It is believed widely in Egypt that US aid to the country is a sign of Egyptian weakness, but the Americans see it differently. If Egypt wasn’t important strategically, a world superpower wouldn’t have given massive aid to Cairo for 30 years; the second highest levels of US aid to any country after Israel. Despite claims that the US only aids Egyptians to boost US imports and recruit US employees through the aid programme, this is not enough to explain the flow of around $65 billion of American taxpayers’ money to Egypt annually.
To analyse the implications of US aid to Egypt from an American viewpoint it is useful to examine military aid, which has remained at high levels, unlike economic aid which has been shrinking.
Some Americans say that it is necessary to give $1.3 billion to the Egyptian army every year due to the inability of US decision-makers to give up the gains that such aid brings. The anti-aid voices in Washington are drowned out by the pro-aid lobby; talk of “cutting aid” to Egypt is like “playing with fire” according to one US expert quoted by Voice of America earlier this year. “Egypt is a country which matters significantly. It has a disproportionate impact on the future of the broader Middle East,” said US Congressman Steve Chabot, “so we certainly have an interest in having Egypt as an ally of the United States and continuing to have that relationship.” Former diplomat Robert E. Hunter told CNN that although his country’s military assistance to Egypt “may look like a huge bill… it is a small cost compared with the risks” the US is spared as a direct result of the aid.
This means that the reduction of Egypt’s regional and international role in recent years was due to the way ex-president Mubarak handled Egyptian foreign policy, not any weakness of Egypt’s international weight per se. Egypt can play important cards to put pressure on the US which should not be taken lightly; that’s why the US bears 80% of the Egyptian army’s weapons procurement costs, according to a Congressional Research Service (CRS) report. However, Egypt’s ability to use those cards wisely weakened when Mubarak’s planned hereditary succession scenario materialised and Washington succeeded in exploiting an obvious weak spot; Mubarak clung to the presidency because he wanted to pass it on to his son at all costs.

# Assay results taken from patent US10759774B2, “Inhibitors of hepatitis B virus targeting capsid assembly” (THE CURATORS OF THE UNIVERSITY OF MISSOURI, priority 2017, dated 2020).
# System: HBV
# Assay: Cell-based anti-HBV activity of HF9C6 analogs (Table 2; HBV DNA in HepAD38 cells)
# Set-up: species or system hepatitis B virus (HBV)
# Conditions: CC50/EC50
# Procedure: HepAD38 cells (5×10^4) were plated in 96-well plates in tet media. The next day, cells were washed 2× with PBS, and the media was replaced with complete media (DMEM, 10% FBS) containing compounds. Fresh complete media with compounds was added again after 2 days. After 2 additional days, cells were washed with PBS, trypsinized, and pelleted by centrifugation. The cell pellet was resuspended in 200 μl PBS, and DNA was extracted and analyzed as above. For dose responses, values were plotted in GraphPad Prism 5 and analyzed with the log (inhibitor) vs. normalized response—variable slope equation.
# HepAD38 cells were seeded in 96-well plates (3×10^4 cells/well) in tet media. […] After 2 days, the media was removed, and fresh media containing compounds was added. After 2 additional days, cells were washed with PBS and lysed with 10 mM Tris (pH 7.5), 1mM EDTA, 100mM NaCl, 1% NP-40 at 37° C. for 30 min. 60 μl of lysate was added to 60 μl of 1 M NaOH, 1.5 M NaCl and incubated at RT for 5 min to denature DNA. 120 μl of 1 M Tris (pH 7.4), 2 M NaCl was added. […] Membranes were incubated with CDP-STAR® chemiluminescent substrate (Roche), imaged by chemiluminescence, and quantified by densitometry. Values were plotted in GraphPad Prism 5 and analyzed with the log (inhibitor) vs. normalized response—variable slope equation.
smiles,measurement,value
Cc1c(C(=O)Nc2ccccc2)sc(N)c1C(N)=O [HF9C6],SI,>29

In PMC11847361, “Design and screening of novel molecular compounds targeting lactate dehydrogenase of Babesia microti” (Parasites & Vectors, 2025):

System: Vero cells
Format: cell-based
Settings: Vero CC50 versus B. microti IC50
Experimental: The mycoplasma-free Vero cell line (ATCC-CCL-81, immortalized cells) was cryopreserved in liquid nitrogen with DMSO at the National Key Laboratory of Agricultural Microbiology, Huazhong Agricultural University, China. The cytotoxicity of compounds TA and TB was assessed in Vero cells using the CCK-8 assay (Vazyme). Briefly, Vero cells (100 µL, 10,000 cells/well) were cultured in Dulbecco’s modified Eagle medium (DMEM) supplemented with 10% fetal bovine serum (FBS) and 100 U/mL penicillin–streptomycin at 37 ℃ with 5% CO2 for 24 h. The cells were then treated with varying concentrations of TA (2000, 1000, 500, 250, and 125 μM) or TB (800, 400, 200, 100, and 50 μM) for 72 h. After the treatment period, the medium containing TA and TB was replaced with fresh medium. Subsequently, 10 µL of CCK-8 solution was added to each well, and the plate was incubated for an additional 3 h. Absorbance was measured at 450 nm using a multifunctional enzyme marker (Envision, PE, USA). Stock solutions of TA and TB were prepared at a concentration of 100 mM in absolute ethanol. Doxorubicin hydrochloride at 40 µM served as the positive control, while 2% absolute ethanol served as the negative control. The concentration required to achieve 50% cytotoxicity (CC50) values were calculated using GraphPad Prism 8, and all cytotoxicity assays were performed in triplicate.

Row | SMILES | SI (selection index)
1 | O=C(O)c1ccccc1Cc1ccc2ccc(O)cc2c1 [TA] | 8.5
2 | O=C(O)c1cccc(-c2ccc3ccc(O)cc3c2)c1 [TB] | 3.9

From America’s point of view, there are several aspects to the importance of US-Egypt relations, which reflect Egypt’s strengths. For a start, Israel’s security is a top priority for American politicians; military aid is granted to Egypt primarily in return for Cairo’s commitment to the peace treaty with Israel. Israel’s security is also linked to the long-standing US goal of “stability in the region”. For example, former US diplomat Daniel Kurtzer told MSNBC in January, “We’ve gotten [sic] more than 30 years of very strong relations with the most important country in the Middle East… We’ve put in billions of dollars… but we’ve also gotten [sic] a very strong return on that investment: A peace treaty between with Egypt and Israel… and an ally in a region that every American knows is unstable and potentially dangerous for us.”
In return for US aid to the Egyptian army, American naval ships receive special treatment in the Suez Canal, with “priority access” and “expedited processing”. A CRS report claimed that, “The US Navy, which sends an average of a dozen ships through the Suez Canal per month, receives expedited processing for nuclear warships to pass through the Canal, a valued service that can normally take weeks otherwise required for other foreign navies.” The Suez Canal not only enables Egypt to play a fundamental role in the movement of world oil supplies, it is also a vital military route towards Iraq and Afghanistan.
The military facilities that Egypt provides to the United States extend to the use of Egyptian airspace: Egypt “provided over-flight permission to 36,553 US military aircraft through Egyptian airspace from 2001 to 2005,” said a 2006 study conducted by the US Government Accountability Office (GAO).
US military aid to Egypt gives America political influence in Cairo. In his aforementioned article published in the early days of the January 25 Revolution, Robert Hunter described the US relationship with the Egyptian army as “Washington’s primary source of influence over what will happen” in line with “American interests”. He warned that, “Cutting off this aid or threatening to do so could be a body blow to U.S. policy.”